Driving Prosperity

Note: Over the last short while, I’ve received amazing feedback on my previous pieces about the path on which I find myself in rebuilding my faith and prosperity. I’m touched and humbled because, although I always aim to be transparent, these last few have been extremely personal and I was nervous about sharing. Your feedback has been reassuring; moreover I’m amazed by how many people feel the same. This column brings that journey to a stop sign — at least as far as things stand today. Thank you for coming along.

With that as backstory, we have two cars.

the pontiac when it was youngerOne was a 1997 Pontiac Sunfire; a low-end economy car with 122,000 miles. People oft-times are shocked when they hear I possess an 18-year-old auto with so few miles. They are thrown further back on their heels upon learning our second car, which is 19 years old, has merely 75,000 miles. (I joke that it still has its original tires.) What can I say? We walk a lot, and as you might remember, until a car hit me a few years ago, I rode my bike a great deal. In addition, we are loyal, not quick to discard that which is still usable.

Yet, driving to clients in a peeling grunting, clanking, banging automobile which wheezed and creaked more than a dilapidated, broken-down, gasping pipe organ not only gave me great concerns about safety, but — as vain as it may sound — didn’t fit the image I want to portray. Bottom line was I needed (and wanted) a new car. It was time. The problem is that in the last almost-two decades, the technology of cars has improved significantly. Yet, despite that, no one has figured out how to remove car payments. Sigh…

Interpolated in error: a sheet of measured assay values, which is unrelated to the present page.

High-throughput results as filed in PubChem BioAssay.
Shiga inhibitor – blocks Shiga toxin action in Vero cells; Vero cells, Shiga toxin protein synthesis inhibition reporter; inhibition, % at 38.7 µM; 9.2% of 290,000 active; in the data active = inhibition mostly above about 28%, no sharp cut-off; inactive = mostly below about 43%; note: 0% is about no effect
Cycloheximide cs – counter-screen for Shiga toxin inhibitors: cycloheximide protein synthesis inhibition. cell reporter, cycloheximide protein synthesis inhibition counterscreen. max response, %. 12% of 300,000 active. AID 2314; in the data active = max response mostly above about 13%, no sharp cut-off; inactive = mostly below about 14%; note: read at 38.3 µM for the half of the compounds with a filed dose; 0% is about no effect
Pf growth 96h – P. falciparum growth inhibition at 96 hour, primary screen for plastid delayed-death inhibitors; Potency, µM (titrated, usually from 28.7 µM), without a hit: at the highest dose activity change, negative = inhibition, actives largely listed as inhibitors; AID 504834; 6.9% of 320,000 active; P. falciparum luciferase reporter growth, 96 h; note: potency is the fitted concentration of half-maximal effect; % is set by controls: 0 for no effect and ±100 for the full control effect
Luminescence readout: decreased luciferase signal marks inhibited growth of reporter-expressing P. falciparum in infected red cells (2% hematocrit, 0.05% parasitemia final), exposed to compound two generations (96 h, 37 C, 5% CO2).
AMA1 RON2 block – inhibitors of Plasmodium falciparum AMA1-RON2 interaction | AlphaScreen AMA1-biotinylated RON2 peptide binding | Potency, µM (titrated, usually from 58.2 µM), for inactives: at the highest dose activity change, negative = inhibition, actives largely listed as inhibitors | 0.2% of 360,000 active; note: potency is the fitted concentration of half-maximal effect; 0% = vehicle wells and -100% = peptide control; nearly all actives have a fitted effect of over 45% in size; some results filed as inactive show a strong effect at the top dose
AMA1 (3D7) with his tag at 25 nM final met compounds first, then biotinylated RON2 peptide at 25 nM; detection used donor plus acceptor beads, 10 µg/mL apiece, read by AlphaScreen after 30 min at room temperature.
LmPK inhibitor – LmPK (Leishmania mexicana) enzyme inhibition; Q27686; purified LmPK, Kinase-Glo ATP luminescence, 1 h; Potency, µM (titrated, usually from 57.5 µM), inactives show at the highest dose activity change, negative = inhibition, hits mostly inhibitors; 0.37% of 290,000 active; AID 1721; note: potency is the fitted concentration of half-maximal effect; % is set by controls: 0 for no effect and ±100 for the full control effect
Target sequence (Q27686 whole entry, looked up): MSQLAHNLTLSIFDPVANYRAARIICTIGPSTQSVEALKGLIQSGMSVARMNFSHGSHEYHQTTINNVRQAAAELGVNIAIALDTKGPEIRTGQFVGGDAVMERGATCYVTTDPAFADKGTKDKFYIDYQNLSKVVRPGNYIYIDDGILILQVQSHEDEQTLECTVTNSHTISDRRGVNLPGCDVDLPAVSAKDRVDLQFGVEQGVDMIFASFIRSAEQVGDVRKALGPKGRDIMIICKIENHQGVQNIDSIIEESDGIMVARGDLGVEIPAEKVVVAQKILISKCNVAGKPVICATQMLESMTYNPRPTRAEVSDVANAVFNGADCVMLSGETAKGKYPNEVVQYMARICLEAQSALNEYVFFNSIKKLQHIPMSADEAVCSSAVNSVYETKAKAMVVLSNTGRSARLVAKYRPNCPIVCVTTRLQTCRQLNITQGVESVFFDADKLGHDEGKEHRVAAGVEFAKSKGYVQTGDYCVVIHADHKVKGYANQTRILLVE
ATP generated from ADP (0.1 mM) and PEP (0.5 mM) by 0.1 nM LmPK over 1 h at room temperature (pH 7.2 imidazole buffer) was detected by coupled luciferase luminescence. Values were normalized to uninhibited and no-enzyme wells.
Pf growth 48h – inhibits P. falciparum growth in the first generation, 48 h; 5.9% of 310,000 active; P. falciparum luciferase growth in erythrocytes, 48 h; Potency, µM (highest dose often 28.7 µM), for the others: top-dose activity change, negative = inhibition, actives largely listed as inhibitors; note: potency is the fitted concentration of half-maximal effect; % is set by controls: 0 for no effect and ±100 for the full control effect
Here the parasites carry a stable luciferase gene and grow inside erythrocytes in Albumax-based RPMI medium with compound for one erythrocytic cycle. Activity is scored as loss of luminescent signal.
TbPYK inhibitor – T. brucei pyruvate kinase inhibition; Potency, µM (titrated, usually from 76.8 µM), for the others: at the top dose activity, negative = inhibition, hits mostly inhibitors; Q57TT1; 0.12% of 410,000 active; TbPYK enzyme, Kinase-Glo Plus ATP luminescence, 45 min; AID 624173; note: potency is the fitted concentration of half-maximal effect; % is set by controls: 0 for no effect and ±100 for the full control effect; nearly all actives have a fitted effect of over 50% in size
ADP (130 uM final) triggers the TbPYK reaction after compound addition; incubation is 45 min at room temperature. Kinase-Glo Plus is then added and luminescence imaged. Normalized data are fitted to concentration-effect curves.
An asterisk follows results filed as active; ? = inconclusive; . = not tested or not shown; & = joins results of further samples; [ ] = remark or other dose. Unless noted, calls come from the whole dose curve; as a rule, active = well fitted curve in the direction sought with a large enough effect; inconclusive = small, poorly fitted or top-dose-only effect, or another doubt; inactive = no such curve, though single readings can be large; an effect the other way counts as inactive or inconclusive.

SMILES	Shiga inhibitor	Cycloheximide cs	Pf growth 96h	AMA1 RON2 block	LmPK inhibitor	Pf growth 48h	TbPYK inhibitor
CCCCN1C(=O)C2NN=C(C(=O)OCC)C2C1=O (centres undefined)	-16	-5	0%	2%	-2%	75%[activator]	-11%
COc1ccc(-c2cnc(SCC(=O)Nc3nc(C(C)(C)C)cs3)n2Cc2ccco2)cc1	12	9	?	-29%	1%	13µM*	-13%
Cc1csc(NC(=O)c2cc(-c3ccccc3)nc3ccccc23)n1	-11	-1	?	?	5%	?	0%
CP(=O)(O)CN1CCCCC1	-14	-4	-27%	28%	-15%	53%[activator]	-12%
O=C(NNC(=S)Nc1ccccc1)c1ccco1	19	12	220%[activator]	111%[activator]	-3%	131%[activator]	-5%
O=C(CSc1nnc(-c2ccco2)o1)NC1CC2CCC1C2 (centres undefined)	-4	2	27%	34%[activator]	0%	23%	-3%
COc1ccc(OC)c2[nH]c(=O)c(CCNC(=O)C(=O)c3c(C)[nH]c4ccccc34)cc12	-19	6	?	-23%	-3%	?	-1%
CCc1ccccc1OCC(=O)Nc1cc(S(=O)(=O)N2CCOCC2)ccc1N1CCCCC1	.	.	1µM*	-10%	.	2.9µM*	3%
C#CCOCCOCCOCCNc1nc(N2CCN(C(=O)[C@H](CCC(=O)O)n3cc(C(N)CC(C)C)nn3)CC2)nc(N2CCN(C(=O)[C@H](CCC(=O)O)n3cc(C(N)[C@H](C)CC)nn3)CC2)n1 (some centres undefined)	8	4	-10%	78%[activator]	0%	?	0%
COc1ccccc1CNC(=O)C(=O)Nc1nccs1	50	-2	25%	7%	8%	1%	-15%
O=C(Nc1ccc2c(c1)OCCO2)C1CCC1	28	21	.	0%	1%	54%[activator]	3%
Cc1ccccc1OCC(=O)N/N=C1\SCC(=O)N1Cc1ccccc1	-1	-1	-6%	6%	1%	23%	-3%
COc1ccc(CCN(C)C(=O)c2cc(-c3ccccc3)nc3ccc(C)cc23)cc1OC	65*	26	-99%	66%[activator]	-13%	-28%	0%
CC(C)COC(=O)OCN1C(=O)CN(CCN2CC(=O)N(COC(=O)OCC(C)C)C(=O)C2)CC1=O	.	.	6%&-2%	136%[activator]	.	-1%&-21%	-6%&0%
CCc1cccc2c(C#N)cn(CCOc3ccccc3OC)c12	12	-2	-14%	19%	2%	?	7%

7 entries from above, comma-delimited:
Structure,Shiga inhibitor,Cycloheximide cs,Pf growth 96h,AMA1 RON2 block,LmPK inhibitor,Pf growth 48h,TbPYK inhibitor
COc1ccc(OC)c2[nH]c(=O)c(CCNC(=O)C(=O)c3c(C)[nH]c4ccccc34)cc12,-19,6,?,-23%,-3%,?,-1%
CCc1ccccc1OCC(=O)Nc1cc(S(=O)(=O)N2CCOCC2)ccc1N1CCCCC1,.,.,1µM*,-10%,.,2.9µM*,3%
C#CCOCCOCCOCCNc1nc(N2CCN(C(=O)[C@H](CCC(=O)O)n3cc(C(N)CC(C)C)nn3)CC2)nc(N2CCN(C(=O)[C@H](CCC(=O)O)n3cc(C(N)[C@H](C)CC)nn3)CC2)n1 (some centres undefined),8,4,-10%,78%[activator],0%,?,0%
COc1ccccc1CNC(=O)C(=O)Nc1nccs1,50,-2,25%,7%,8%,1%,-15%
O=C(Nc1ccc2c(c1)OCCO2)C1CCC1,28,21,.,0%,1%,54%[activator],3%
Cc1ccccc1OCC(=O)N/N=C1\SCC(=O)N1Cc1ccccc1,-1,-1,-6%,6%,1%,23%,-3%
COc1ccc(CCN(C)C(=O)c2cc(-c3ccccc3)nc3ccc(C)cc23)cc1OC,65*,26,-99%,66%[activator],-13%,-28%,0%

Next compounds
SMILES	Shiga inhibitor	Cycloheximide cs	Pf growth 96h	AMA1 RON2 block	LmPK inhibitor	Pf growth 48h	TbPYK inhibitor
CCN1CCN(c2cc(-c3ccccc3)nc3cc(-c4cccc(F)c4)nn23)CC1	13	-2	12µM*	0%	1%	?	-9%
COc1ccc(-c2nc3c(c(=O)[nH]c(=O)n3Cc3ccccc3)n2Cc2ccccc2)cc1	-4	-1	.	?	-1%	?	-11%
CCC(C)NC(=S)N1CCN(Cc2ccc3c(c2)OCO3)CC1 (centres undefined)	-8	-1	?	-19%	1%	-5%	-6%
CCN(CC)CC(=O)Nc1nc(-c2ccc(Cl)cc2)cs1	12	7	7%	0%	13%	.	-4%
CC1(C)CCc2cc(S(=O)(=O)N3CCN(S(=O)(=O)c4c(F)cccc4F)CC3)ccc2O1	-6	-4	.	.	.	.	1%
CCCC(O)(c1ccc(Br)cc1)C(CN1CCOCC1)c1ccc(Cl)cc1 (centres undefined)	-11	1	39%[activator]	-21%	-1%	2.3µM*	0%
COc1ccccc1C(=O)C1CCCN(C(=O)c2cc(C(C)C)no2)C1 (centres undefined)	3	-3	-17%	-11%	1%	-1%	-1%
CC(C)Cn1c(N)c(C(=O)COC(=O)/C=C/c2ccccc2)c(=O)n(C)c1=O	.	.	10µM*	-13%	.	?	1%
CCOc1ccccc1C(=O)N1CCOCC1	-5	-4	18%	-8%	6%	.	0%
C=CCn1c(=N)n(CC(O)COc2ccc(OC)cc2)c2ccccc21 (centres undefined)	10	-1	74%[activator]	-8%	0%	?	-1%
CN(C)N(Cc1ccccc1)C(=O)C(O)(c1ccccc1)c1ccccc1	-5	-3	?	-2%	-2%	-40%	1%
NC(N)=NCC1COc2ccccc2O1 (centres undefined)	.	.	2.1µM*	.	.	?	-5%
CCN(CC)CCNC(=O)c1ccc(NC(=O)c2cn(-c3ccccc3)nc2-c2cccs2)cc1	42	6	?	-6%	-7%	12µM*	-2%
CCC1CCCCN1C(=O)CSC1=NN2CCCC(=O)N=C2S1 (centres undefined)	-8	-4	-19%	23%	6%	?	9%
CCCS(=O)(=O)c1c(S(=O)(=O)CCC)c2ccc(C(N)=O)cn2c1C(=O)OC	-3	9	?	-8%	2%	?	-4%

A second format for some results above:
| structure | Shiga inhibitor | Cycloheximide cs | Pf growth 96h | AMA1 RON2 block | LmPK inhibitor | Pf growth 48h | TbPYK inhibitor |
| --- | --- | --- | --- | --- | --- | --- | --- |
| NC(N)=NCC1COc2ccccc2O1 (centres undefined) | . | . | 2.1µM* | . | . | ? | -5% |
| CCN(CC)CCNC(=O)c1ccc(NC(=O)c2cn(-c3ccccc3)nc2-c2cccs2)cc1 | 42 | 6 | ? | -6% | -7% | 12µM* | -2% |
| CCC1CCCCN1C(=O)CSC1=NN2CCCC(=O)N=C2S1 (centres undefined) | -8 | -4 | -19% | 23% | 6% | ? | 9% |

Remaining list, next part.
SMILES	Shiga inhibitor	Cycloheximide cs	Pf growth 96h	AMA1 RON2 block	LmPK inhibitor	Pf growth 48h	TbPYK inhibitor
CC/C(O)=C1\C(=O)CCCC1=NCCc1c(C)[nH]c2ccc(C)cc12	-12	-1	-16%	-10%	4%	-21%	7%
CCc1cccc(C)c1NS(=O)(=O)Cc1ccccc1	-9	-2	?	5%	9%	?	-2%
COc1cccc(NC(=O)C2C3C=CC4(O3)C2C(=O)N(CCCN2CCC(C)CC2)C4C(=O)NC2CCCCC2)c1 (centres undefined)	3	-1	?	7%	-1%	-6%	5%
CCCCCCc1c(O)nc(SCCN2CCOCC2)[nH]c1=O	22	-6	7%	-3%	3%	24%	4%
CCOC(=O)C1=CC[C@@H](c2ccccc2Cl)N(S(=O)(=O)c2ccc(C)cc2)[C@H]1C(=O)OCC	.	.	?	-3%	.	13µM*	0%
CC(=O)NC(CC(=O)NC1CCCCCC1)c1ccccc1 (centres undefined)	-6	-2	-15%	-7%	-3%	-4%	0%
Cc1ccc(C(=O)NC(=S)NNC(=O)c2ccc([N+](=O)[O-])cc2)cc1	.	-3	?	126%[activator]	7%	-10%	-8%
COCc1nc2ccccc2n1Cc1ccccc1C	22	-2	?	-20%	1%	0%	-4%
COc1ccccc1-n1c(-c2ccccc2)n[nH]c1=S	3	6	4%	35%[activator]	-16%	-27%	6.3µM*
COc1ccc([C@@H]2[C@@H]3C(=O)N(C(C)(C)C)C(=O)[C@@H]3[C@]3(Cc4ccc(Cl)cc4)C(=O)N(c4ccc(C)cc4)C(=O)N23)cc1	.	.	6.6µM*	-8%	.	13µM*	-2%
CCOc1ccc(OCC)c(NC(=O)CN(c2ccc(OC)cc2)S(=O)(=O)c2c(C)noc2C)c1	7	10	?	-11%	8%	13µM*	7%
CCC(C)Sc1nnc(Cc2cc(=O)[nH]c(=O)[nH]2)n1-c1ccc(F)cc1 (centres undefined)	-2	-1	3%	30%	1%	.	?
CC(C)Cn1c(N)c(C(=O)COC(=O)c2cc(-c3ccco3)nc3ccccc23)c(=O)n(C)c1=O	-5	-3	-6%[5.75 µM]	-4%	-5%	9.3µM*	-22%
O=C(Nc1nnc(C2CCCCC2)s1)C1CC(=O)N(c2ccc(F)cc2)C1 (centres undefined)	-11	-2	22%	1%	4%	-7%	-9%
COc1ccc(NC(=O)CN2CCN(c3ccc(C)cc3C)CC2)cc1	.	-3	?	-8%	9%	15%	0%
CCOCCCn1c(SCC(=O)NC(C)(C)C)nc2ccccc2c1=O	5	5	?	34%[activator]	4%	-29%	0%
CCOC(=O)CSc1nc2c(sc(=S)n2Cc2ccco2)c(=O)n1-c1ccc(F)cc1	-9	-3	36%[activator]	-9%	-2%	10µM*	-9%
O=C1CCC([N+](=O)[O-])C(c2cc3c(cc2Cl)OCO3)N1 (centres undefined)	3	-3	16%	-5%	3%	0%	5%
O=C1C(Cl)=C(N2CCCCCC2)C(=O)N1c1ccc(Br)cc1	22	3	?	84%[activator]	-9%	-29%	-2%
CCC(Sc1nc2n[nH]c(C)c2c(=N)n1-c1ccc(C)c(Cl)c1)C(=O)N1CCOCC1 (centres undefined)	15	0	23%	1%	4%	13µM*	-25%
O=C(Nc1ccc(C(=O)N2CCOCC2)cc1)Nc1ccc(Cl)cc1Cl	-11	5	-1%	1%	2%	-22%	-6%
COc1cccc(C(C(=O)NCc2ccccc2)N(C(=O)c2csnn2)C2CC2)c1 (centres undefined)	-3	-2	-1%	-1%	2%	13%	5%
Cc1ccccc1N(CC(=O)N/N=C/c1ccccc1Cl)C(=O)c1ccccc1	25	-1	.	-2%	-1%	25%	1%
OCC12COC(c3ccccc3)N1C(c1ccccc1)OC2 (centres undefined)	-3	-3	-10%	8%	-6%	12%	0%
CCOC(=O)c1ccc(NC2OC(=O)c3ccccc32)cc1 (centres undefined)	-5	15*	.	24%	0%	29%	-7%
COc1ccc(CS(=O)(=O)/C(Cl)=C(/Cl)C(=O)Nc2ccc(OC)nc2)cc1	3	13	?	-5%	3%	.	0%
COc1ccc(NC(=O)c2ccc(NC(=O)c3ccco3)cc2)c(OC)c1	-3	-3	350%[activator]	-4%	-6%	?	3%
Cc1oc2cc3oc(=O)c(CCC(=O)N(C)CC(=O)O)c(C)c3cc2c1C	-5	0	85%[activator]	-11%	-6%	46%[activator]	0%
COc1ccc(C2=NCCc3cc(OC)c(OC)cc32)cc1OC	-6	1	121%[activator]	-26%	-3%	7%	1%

Putting forth my trusty mantra, “I live in a state of constant abundance;” I set forth on what would become a three-month journey to find the “perfect car.”

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Finding Abundance

The year prior to last was frankly put, lousy.

We had some health issues, which, as you know, are not only frightening, but also expensive. To make matters worse, what I thought was a very successful business model suddenly collapsed as if built on rotten toothpicks, leaving me financially scrambling. I’m fortunate; I’ve always put money away for a rainy day, but this was a downpour.

German philosopher Friedrich Nietzsche said,

“That which does not kill me makes me stronger.”

So, I guess I am sturdier for the experience. Yet, I retained scars.

One result was that I hunkered down, even as the tides began shifting. I looked for where I could shrink my life instead of how I could once again blossom. Because I attempt to live simply (all things being relative), there wasn’t a great deal to prune. I was faced with decisions akin to, “How can I save three dollars on the power bill? Is it really essential to patch the roof now or can we wait? How long can I hold off before replacing my brakes?”

Don’t misunderstand, we muddle up our existence with all too much unnecessary clutter so, if given the luxury, living within one’s means is admirable and even virtuous. However, unless one is extravagant or wealthy (or both), he or she can only cut so much fat before grinding away through bone.

Eventually, I was fortunate enough to be confronted by someone willing to have with me one of those unpleasant — but many times necessary — “courageous conversations.”

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